Series Preview: Kansas City Royals

(Photo Credit: Flickr user daveynin via Creative Commons license)

Kauffman Stadium is one of the nicer parks in the league I hear, especially after they renovated the place a year or two ago. Ben will be there for all three games this week, but alas, I’ll be watching on the ol’ idiot box. These two clubs met in New York earlier this season, with the Royals taking two of three. They won the first game in extra innings thanks to Buddy Carlyle, and the other by pounding Ivan Nova.

What Have The Royals Done Lately?

Yesterday’s loss to the White Sox was their second straight loss and their sixth in their last seven days. They’ve also lost eight of their last ten. The Royals are 50-71 overall with a -55 run differential, occupying the bottom spot in the AL Central.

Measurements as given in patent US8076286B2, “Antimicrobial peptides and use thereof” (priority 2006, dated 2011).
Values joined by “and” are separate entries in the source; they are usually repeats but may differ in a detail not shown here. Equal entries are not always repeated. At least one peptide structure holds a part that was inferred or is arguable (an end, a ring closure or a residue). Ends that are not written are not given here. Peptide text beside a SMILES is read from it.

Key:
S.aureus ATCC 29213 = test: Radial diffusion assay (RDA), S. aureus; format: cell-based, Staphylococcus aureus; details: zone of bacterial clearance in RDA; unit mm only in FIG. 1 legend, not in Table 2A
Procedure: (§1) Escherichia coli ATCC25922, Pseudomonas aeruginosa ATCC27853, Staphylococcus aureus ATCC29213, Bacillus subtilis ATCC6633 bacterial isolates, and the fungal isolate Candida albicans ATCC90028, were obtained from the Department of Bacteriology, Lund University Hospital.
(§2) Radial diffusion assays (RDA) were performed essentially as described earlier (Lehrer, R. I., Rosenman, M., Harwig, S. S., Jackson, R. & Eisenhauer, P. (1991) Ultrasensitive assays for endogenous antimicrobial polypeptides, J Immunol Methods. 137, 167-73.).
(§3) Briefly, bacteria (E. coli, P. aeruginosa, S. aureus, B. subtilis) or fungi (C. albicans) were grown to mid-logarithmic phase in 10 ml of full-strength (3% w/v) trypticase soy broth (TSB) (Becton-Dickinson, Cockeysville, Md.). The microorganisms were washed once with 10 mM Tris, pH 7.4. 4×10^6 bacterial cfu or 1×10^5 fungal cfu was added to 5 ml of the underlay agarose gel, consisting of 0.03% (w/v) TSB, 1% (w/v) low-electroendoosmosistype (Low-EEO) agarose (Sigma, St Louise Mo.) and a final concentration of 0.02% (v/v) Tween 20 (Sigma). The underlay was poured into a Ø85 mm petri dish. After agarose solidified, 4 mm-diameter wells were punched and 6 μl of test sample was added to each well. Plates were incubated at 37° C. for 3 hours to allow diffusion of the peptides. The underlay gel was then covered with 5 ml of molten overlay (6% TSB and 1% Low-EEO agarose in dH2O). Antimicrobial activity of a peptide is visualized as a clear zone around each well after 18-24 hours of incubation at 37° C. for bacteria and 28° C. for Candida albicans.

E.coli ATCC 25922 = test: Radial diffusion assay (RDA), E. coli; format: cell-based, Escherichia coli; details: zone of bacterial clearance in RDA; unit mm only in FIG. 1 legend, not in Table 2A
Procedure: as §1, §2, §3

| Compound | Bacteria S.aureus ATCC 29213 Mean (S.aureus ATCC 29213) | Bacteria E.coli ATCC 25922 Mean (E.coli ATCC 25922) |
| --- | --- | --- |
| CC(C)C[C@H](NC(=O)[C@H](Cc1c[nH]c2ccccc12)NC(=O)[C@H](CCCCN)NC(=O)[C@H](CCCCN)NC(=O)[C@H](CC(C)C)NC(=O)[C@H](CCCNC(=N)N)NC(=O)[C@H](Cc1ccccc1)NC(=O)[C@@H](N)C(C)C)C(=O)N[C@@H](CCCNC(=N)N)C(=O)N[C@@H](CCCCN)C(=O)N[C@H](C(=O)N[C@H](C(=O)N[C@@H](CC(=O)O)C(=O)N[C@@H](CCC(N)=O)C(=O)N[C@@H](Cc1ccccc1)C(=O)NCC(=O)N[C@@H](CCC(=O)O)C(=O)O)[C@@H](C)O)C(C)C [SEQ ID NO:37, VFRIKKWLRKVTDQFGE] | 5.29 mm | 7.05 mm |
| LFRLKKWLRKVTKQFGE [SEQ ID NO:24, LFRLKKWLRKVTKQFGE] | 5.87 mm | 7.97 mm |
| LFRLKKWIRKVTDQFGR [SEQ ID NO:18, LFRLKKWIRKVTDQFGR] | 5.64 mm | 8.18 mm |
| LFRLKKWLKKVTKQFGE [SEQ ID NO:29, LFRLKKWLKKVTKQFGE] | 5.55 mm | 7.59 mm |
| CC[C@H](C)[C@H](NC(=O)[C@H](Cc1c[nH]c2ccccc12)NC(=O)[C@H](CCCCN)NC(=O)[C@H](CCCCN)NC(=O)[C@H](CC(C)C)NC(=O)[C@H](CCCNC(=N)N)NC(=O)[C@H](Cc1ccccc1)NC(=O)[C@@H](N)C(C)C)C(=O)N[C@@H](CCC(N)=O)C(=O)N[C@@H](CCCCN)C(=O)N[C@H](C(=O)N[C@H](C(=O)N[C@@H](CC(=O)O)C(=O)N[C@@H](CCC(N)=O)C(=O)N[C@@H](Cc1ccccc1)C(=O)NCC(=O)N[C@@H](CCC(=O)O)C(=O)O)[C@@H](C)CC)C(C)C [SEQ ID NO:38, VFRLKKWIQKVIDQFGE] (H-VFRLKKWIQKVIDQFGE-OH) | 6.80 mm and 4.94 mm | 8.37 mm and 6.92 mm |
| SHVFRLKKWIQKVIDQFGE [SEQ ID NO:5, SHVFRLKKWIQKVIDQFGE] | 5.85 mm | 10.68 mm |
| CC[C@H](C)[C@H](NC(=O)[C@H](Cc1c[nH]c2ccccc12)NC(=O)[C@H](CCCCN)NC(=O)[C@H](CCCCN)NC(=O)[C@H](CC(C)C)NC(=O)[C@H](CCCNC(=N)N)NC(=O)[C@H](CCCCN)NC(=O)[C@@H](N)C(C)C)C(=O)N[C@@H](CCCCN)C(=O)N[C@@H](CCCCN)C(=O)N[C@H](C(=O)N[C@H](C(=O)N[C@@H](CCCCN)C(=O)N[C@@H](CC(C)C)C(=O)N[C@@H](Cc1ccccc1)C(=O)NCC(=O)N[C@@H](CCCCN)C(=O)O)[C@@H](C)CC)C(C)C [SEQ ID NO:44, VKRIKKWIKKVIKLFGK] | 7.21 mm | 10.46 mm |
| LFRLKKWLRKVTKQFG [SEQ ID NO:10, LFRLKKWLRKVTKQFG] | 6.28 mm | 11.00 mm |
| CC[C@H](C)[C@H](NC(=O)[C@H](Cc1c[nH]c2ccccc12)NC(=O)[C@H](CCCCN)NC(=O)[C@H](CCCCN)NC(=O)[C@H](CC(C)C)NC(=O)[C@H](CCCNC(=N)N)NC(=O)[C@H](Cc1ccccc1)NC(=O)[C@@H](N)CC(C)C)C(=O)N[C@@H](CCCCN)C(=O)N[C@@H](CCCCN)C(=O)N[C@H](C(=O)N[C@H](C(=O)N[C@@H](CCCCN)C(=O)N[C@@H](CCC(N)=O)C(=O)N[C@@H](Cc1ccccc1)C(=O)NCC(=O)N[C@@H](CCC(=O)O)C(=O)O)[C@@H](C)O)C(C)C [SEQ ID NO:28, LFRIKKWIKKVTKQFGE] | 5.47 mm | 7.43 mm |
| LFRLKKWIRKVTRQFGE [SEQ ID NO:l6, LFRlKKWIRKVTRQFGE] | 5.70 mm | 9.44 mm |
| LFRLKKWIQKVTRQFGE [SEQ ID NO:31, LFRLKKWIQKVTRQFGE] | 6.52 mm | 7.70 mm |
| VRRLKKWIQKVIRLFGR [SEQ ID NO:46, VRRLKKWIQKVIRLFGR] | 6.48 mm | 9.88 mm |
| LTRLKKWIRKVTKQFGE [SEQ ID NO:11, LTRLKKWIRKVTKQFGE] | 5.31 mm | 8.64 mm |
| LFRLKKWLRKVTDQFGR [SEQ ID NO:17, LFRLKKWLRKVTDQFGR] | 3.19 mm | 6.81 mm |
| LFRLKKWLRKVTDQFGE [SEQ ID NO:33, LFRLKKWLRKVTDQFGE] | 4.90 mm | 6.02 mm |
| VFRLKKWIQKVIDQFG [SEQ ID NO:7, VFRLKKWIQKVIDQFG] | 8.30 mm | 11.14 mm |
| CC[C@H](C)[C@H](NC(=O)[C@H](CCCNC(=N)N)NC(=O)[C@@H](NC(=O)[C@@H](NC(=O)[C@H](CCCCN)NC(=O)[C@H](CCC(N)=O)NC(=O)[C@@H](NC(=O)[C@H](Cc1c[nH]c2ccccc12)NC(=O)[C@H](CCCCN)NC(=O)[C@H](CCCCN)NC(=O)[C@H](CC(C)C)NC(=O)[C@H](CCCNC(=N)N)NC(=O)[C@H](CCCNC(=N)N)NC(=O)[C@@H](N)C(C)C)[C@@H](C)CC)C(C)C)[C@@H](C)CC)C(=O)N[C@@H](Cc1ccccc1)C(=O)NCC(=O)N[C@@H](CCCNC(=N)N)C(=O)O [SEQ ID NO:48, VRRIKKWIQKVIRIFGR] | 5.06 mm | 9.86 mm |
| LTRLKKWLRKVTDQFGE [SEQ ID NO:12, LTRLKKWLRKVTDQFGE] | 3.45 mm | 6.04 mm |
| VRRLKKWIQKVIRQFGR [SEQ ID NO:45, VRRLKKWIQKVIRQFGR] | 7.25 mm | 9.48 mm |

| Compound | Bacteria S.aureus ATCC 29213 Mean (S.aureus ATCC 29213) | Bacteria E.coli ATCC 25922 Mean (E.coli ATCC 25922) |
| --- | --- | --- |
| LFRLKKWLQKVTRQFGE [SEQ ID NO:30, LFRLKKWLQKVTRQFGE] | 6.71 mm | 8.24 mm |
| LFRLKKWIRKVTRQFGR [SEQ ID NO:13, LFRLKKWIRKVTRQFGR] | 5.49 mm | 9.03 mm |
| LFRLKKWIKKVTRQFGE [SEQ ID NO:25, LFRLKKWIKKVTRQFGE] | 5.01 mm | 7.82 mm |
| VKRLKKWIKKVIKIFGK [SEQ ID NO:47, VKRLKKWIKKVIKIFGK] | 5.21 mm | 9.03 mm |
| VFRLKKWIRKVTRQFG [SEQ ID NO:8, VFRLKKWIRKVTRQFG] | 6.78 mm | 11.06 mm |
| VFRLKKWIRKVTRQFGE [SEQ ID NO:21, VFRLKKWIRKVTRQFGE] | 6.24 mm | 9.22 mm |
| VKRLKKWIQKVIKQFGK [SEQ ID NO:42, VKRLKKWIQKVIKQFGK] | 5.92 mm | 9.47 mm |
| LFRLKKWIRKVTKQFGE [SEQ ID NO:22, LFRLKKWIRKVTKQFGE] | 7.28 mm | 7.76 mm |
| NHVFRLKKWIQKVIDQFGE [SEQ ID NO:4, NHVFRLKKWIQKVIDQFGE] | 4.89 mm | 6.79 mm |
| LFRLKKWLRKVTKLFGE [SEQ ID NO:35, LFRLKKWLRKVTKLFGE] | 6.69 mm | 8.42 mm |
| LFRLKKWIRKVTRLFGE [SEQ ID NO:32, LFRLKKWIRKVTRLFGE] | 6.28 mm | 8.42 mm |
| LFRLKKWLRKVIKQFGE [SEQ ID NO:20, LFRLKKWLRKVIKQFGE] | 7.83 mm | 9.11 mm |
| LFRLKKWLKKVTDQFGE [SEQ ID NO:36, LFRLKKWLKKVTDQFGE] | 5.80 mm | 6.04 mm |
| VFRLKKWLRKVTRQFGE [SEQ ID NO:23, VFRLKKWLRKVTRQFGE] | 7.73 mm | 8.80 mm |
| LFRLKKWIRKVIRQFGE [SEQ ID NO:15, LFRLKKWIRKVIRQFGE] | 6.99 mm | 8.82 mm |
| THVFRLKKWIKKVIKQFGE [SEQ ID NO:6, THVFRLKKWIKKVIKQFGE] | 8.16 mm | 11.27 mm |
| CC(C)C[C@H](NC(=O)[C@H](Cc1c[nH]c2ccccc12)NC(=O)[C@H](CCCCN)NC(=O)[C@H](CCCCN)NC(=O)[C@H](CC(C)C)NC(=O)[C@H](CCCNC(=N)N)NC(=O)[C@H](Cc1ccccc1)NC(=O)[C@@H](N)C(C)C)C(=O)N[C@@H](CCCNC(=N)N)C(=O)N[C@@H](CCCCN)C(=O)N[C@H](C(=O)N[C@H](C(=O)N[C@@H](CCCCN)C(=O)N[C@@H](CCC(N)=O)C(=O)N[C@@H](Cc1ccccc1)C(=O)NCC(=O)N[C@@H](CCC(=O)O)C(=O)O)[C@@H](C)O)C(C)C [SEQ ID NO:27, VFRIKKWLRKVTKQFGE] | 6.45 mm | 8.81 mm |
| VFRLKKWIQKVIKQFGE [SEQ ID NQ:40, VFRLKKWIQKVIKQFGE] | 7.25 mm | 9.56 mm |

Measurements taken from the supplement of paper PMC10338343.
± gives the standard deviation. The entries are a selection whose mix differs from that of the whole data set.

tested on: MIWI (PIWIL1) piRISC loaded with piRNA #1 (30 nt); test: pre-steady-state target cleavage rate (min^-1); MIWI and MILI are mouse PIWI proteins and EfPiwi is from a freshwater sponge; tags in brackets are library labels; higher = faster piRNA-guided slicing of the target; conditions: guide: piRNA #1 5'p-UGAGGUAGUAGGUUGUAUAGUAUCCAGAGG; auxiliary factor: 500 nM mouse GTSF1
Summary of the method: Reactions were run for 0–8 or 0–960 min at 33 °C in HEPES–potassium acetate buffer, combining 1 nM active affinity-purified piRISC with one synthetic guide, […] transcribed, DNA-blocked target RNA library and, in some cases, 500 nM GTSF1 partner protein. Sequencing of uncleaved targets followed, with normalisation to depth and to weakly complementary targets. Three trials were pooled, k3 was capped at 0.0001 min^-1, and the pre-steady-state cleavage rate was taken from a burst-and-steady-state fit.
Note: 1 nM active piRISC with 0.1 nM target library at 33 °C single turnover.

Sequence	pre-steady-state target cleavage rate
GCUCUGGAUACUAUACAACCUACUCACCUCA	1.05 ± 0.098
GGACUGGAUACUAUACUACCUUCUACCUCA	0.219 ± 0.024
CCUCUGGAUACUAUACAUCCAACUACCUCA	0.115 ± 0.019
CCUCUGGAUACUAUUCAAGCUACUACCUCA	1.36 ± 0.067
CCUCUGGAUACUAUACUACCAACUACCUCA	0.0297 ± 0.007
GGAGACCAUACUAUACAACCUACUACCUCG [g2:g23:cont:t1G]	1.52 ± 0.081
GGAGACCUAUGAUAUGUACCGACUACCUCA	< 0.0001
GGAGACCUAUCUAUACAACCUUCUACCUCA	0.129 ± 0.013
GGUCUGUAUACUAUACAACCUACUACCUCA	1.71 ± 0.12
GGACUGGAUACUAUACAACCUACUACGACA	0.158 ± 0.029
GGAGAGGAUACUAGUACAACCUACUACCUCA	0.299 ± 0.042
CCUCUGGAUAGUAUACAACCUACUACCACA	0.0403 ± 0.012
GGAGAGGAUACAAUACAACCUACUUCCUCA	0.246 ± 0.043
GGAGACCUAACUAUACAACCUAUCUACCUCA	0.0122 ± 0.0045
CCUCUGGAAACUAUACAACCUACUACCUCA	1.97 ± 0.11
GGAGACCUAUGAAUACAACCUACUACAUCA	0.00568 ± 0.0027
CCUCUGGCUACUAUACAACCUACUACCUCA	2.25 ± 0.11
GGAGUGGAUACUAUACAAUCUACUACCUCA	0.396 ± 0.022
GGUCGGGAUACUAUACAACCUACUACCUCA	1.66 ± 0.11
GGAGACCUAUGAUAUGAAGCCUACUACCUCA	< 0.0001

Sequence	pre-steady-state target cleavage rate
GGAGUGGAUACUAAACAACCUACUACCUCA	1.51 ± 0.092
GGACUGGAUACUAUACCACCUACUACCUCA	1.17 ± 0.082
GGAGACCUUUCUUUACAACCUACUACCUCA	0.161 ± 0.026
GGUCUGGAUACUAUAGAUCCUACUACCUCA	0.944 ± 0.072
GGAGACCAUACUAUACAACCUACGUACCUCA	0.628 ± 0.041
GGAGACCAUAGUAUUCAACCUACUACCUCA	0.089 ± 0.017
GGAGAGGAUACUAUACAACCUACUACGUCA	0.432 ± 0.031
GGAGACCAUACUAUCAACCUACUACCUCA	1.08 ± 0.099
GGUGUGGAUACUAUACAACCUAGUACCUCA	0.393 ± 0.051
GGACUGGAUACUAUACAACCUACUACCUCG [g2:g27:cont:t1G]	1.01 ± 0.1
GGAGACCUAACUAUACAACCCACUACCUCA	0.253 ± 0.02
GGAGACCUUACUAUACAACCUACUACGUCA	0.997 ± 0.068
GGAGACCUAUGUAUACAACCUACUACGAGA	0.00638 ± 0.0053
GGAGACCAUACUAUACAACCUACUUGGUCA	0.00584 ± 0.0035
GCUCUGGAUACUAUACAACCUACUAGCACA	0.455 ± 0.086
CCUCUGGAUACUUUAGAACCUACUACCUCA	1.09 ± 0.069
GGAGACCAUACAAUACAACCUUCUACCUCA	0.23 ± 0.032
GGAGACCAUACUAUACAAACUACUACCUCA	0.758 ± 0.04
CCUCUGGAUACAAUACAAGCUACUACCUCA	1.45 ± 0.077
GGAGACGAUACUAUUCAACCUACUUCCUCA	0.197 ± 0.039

Royals On Offense

(Photo Credit: Flickr user Keith Allison via Creative Commons license)

Kansas City has a pretty legit offense, though the lineup is top heavy. Alex Gordon (.298/.372/.480) is their best all around hitter (and player) and leadoff guy, and former Yankee Melky Cabrera (.311/.343/.478) has settled into the number two spot. Billy Butler (.284/.363/.445) bats third and rookie Eric Hosmer (.275/.328/.425) cleans up. Hosmer hit his first career homer in Yankee Stadium earlier in the season, and he’s hitting a stout .293/.354/.469 over the last six weeks or so. Jeff Francoeur soaks up the fifth spot with his .272/.323/.460 batting line. Those five are the only players on the team with double digit homeruns, and all of them except Hosmer have either 14 or 15 (Hosmer has ten).